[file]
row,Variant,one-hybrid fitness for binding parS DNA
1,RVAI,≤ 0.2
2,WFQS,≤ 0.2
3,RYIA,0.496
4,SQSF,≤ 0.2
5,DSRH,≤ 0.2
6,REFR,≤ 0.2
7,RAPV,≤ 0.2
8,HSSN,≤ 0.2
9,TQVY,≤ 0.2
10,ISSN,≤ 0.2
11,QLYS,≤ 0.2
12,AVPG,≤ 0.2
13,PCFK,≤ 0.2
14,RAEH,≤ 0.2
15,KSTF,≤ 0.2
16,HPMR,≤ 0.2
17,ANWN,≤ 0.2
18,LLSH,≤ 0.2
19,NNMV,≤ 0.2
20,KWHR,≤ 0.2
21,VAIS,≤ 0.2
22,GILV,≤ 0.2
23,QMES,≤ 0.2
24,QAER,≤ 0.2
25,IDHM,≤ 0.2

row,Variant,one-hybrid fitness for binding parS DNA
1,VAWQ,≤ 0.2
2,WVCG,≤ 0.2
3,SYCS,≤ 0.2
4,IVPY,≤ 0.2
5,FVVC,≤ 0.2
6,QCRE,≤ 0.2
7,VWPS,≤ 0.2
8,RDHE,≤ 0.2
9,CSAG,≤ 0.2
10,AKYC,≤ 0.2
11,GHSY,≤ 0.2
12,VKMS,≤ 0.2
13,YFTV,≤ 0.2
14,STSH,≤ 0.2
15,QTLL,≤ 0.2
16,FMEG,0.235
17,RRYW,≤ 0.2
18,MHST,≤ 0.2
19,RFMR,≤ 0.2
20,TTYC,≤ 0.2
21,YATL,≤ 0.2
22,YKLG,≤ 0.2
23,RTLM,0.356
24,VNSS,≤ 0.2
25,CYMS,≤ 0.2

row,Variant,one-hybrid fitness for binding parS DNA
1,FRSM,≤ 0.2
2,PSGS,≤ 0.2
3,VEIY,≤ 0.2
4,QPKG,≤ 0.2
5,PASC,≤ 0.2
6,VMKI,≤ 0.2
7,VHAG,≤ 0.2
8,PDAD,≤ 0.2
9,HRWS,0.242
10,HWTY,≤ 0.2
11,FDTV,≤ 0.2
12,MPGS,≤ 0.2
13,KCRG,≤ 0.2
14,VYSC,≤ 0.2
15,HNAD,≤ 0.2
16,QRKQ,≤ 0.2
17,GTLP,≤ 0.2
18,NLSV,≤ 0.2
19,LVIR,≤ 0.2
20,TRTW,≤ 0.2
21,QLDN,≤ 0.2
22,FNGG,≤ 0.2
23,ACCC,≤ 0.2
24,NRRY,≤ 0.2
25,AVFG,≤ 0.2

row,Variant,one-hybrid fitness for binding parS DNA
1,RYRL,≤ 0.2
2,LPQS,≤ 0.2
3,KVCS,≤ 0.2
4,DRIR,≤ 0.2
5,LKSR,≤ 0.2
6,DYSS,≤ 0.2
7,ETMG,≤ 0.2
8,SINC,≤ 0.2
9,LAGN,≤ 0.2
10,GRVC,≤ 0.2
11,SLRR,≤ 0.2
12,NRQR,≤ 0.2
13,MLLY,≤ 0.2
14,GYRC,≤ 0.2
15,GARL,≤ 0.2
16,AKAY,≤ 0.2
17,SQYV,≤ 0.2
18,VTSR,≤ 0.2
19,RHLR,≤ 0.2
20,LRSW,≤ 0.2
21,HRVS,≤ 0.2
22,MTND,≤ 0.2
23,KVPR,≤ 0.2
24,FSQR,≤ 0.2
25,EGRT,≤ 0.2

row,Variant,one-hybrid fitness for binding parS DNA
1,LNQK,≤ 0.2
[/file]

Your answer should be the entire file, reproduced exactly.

row,Variant,one-hybrid fitness for binding parS DNA
1,RVAI,≤ 0.2
2,WFQS,≤ 0.2
3,RYIA,0.496
4,SQSF,≤ 0.2
5,DSRH,≤ 0.2
6,REFR,≤ 0.2
7,RAPV,≤ 0.2
8,HSSN,≤ 0.2
9,TQVY,≤ 0.2
10,ISSN,≤ 0.2
11,QLYS,≤ 0.2
12,AVPG,≤ 0.2
13,PCFK,≤ 0.2
14,RAEH,≤ 0.2
15,KSTF,≤ 0.2
16,HPMR,≤ 0.2
17,ANWN,≤ 0.2
18,LLSH,≤ 0.2
19,NNMV,≤ 0.2
20,KWHR,≤ 0.2
21,VAIS,≤ 0.2
22,GILV,≤ 0.2
23,QMES,≤ 0.2
24,QAER,≤ 0.2
25,IDHM,≤ 0.2

row,Variant,one-hybrid fitness for binding parS DNA
1,VAWQ,≤ 0.2
2,WVCG,≤ 0.2
3,SYCS,≤ 0.2
4,IVPY,≤ 0.2
5,FVVC,≤ 0.2
6,QCRE,≤ 0.2
7,VWPS,≤ 0.2
8,RDHE,≤ 0.2
9,CSAG,≤ 0.2
10,AKYC,≤ 0.2
11,GHSY,≤ 0.2
12,VKMS,≤ 0.2
13,YFTV,≤ 0.2
14,STSH,≤ 0.2
15,QTLL,≤ 0.2
16,FMEG,0.235
17,RRYW,≤ 0.2
18,MHST,≤ 0.2
19,RFMR,≤ 0.2
20,TTYC,≤ 0.2
21,YATL,≤ 0.2
22,YKLG,≤ 0.2
23,RTLM,0.356
24,VNSS,≤ 0.2
25,CYMS,≤ 0.2

row,Variant,one-hybrid fitness for binding parS DNA
1,FRSM,≤ 0.2
2,PSGS,≤ 0.2
3,VEIY,≤ 0.2
4,QPKG,≤ 0.2
5,PASC,≤ 0.2
6,VMKI,≤ 0.2
7,VHAG,≤ 0.2
8,PDAD,≤ 0.2
9,HRWS,0.242
10,HWTY,≤ 0.2
11,FDTV,≤ 0.2
12,MPGS,≤ 0.2
13,KCRG,≤ 0.2
14,VYSC,≤ 0.2
15,HNAD,≤ 0.2
16,QRKQ,≤ 0.2
17,GTLP,≤ 0.2
18,NLSV,≤ 0.2
19,LVIR,≤ 0.2
20,TRTW,≤ 0.2
21,QLDN,≤ 0.2
22,FNGG,≤ 0.2
23,ACCC,≤ 0.2
24,NRRY,≤ 0.2
25,AVFG,≤ 0.2

row,Variant,one-hybrid fitness for binding parS DNA
1,RYRL,≤ 0.2
2,LPQS,≤ 0.2
3,KVCS,≤ 0.2
4,DRIR,≤ 0.2
5,LKSR,≤ 0.2
6,DYSS,≤ 0.2
7,ETMG,≤ 0.2
8,SINC,≤ 0.2
9,LAGN,≤ 0.2
10,GRVC,≤ 0.2
11,SLRR,≤ 0.2
12,NRQR,≤ 0.2
13,MLLY,≤ 0.2
14,GYRC,≤ 0.2
15,GARL,≤ 0.2
16,AKAY,≤ 0.2
17,SQYV,≤ 0.2
18,VTSR,≤ 0.2
19,RHLR,≤ 0.2
20,LRSW,≤ 0.2
21,HRVS,≤ 0.2
22,MTND,≤ 0.2
23,KVPR,≤ 0.2
24,FSQR,≤ 0.2
25,EGRT,≤ 0.2

row,Variant,one-hybrid fitness for binding parS DNA
1,LNQK,≤ 0.2